• If most Indian vehicles were electric by 2030, pollution levels in cities could drop 80%-90%, and India could save $100 billion, a sum over two times larger than the current defence budget
  • By 2040, India’s population is predicted to increase to 1.6 billion, and the rate of urbanisation (projected average rate of change of the size of the urban population over a given period of time) of this population will be 47%.
  • The share of manufacturing in the country’s gross domestic product will double from its current levels to 30%.
  • As of 2017, nearly 25% of the population is still without access to electricity and 40% without access to clean cooking fuel.

What are the challenges?

There are many roadblocks in unleashing the full potential of India’s power sector

  • Fuel availability is one of the concern faced by the industry.
  • There are other concerns such as land acquisition which has made purchase of land for power projects very expensive.
  • Capital crunch in the energy sector is the biggest challenge before the country
  • India is currently facing energy crisis with its major dependency on coal, crude oil imports to meet sharply
  • The current power infrastructure in India is not capable of providing sufficient and reliable power supply growing energy needs of the country.

What are the solutions?

  • There is a need for improvement in generation and transmission/distribution of electricity by adapting new, innovative strategies.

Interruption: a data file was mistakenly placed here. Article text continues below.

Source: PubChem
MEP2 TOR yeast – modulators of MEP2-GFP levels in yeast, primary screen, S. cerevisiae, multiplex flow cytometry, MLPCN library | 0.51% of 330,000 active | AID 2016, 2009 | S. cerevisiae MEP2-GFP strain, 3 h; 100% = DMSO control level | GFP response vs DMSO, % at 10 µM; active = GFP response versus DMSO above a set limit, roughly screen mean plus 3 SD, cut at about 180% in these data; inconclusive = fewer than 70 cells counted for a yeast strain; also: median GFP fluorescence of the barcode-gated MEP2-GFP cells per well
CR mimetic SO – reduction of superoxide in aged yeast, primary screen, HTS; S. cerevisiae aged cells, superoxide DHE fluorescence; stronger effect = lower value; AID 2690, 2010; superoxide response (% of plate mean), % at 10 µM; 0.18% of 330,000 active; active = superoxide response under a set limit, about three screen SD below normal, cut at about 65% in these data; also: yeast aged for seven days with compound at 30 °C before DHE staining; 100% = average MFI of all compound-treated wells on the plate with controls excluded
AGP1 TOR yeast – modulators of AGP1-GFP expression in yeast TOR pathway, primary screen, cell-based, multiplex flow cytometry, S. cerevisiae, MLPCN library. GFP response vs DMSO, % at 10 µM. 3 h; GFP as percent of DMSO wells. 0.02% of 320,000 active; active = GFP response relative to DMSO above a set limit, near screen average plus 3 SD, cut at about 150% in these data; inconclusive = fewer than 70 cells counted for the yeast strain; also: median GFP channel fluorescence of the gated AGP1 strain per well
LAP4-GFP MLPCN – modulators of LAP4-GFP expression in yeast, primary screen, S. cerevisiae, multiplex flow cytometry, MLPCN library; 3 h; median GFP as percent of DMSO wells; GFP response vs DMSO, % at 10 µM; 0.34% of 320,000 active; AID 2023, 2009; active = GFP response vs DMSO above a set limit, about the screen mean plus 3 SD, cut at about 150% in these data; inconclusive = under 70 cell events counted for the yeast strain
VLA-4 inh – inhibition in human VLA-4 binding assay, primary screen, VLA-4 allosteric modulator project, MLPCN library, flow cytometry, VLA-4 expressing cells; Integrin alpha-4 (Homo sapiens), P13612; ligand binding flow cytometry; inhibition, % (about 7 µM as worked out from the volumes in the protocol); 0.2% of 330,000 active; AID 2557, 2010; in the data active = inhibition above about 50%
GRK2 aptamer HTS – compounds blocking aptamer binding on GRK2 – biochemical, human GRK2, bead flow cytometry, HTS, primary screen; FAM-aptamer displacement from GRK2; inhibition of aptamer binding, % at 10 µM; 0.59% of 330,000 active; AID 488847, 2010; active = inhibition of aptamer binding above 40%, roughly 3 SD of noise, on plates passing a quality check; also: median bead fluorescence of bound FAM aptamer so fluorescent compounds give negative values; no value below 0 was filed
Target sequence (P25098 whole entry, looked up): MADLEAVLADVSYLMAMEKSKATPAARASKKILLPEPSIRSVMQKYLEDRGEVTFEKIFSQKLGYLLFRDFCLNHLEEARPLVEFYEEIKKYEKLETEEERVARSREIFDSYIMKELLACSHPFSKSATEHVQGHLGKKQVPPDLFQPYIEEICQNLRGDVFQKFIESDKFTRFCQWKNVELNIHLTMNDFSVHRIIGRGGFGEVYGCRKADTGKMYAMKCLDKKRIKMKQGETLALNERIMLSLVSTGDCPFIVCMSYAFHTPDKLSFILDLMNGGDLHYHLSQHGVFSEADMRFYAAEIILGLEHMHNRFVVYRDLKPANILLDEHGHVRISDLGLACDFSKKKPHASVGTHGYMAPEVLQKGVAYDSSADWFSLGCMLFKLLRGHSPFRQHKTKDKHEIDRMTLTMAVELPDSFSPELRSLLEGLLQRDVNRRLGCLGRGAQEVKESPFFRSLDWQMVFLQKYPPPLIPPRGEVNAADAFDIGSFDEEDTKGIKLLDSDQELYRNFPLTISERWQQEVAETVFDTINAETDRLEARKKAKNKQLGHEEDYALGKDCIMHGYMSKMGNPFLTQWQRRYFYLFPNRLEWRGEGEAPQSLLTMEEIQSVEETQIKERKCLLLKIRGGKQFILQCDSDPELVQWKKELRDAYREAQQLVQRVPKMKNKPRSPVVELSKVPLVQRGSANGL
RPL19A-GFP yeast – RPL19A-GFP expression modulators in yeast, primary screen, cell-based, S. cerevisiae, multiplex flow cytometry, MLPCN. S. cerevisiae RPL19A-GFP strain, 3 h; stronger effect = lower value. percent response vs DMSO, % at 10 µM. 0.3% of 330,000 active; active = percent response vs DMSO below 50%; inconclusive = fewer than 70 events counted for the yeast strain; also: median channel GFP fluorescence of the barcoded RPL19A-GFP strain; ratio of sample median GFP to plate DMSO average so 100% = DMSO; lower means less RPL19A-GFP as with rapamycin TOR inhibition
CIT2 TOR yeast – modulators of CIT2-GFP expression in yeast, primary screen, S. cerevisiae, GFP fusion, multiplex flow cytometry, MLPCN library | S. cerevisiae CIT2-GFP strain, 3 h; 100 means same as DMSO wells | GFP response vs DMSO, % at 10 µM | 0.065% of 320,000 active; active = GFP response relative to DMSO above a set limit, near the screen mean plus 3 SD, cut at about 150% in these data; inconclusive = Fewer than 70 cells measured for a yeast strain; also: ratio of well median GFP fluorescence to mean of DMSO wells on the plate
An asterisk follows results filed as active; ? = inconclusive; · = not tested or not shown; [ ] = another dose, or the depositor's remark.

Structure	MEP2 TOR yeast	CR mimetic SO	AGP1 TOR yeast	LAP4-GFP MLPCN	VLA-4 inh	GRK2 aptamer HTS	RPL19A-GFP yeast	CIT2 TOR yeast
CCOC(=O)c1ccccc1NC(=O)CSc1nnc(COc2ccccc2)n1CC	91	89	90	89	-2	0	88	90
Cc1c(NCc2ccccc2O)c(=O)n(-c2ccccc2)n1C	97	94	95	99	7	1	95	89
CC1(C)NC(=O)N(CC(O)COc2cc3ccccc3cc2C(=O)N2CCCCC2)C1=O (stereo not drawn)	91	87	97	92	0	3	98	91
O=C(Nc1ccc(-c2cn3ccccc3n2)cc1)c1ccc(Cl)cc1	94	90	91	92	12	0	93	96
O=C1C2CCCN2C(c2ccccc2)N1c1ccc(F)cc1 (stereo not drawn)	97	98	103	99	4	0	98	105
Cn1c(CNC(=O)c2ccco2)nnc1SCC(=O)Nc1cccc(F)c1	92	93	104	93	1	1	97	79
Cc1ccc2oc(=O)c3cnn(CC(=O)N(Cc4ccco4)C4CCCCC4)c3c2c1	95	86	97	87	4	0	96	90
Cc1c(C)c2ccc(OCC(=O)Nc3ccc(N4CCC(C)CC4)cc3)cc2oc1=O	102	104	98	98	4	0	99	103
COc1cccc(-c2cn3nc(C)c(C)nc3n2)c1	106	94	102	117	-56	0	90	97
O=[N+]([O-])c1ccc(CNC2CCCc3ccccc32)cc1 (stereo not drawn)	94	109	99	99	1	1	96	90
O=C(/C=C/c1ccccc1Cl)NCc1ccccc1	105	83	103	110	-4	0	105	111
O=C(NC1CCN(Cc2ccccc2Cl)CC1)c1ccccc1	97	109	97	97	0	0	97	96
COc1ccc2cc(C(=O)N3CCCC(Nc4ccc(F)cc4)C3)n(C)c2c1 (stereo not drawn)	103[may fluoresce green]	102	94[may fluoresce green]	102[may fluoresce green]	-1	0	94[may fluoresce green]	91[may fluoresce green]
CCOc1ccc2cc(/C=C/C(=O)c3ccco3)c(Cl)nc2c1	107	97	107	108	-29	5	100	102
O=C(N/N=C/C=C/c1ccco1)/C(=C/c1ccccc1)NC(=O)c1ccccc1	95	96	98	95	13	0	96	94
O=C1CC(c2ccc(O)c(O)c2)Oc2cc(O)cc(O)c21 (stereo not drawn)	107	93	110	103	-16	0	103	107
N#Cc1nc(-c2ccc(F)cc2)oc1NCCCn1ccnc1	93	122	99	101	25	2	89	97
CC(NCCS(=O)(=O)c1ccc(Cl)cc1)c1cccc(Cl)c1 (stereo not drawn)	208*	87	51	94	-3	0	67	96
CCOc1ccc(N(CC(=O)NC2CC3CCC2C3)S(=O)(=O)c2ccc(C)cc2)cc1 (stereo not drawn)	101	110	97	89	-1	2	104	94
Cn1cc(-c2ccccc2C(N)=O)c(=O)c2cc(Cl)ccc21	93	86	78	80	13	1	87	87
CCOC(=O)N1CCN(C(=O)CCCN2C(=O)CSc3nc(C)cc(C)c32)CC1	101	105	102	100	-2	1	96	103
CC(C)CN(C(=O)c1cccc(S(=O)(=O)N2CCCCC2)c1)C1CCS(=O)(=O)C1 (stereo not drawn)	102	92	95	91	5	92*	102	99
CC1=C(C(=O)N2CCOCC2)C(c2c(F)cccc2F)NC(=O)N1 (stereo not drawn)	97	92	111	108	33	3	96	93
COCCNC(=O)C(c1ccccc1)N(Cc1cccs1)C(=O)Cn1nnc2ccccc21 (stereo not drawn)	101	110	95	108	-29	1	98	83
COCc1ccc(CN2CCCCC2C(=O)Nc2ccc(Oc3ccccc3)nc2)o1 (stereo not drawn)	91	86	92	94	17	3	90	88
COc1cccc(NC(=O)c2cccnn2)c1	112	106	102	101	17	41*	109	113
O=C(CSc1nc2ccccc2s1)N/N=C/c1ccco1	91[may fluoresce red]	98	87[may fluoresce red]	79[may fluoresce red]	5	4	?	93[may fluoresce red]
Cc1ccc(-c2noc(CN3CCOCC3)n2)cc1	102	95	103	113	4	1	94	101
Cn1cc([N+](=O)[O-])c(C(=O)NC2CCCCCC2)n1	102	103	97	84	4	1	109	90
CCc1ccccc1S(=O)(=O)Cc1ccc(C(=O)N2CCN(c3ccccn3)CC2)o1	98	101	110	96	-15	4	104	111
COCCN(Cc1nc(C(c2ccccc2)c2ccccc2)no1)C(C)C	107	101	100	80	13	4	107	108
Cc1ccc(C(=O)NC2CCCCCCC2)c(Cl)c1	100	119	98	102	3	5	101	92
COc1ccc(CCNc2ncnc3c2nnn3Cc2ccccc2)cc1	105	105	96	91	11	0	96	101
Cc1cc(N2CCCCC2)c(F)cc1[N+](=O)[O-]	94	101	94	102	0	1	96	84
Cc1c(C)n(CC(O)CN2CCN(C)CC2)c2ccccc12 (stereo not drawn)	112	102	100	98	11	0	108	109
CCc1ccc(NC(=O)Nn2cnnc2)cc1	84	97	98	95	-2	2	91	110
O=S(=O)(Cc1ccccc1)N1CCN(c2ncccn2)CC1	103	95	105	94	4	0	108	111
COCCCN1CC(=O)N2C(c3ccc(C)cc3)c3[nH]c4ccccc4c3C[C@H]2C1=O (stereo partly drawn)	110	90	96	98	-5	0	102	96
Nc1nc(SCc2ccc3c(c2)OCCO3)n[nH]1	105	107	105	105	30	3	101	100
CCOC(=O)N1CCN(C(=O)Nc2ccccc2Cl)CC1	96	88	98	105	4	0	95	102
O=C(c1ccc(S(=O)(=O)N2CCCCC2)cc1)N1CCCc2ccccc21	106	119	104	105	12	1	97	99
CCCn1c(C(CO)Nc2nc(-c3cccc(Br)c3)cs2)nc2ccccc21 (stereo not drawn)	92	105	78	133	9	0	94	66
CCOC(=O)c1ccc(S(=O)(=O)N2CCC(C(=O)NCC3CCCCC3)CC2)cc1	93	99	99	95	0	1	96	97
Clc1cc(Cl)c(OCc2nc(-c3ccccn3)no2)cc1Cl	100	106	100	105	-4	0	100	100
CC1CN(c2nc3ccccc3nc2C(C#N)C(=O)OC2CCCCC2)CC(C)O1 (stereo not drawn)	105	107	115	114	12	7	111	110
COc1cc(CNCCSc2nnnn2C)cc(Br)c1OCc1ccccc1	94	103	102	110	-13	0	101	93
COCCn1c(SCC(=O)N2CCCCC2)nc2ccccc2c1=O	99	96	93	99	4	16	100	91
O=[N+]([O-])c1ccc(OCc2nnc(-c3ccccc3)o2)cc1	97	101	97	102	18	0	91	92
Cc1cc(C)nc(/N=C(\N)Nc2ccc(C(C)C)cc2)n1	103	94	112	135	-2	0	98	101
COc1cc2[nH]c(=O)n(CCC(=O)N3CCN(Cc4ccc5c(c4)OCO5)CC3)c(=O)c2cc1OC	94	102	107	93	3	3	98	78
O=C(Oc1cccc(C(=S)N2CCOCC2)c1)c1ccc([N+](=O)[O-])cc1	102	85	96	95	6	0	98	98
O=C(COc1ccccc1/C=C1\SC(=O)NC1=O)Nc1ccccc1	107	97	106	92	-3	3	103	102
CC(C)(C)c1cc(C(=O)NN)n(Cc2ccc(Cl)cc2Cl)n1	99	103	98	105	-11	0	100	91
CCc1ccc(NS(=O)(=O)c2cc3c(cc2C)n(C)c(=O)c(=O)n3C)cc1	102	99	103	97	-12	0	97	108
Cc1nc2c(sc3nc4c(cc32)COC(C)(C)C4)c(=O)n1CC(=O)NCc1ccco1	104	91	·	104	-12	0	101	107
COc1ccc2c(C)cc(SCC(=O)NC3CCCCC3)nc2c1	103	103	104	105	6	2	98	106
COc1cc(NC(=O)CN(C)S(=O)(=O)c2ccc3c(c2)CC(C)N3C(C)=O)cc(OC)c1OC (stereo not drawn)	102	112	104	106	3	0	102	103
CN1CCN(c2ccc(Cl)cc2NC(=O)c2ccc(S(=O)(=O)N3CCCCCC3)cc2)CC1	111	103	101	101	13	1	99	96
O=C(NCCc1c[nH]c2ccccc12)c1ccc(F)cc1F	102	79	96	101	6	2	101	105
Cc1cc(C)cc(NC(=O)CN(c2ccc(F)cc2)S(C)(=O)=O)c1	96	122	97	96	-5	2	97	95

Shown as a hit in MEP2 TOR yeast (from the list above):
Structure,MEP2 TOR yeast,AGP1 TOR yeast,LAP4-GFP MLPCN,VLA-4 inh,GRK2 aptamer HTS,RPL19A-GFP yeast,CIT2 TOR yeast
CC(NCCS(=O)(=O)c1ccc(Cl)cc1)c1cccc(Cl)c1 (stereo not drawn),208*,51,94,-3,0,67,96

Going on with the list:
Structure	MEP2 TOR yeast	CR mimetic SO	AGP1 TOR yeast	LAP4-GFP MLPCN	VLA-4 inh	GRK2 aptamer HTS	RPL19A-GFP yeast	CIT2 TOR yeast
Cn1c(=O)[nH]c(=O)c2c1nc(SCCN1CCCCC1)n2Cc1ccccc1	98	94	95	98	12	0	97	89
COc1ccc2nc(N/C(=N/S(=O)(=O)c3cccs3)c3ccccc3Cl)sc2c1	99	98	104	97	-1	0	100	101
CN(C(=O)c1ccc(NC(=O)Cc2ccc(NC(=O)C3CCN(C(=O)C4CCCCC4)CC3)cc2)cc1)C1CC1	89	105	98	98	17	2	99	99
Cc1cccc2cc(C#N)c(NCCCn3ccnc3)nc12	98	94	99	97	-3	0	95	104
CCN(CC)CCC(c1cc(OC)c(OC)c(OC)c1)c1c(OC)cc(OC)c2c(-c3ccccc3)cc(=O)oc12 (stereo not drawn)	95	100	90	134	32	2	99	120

• there is a need for renovation and modernisation of generation equipment, i.e., improving the performance of existing old power plants.
  • Need to encourage more private players.
  • The investment pattern should focus on generation, transmission and distribution segments in order to achieve balanced growth in the power sector
  • Solar energy technology is very important tool which can lowers worldwide carbon emissions.
  • Currently, the installed capacity of solar energy projects in India is about 4.22 GW. India is planning to produce 100 GW of solar power by 2022.

 

What are the Government policies and acts?

Government acts and policies

Government of India has come out with Acts and Policies to support renewable Energy

  • The Electricity Act 2003 has promotes electricity generation from co-generation and renewable energy sources. This Act accelerated the process of renewable energy development in the country.
  • The National Electricity Policy 2005 stipulates that the share of electricity from non- conventional resources would need to be increased such purchase by distribution companies shall be through competitive process
  • According to Tariff Policy 2006 states the Appropriate Commission shall decide a minimum percentage for purchase of energy.

Conclusion:

Presently, the power sector expects a major shift in reforms, policies and incentives that encourage investments in power generation and transmission for its rapid growth.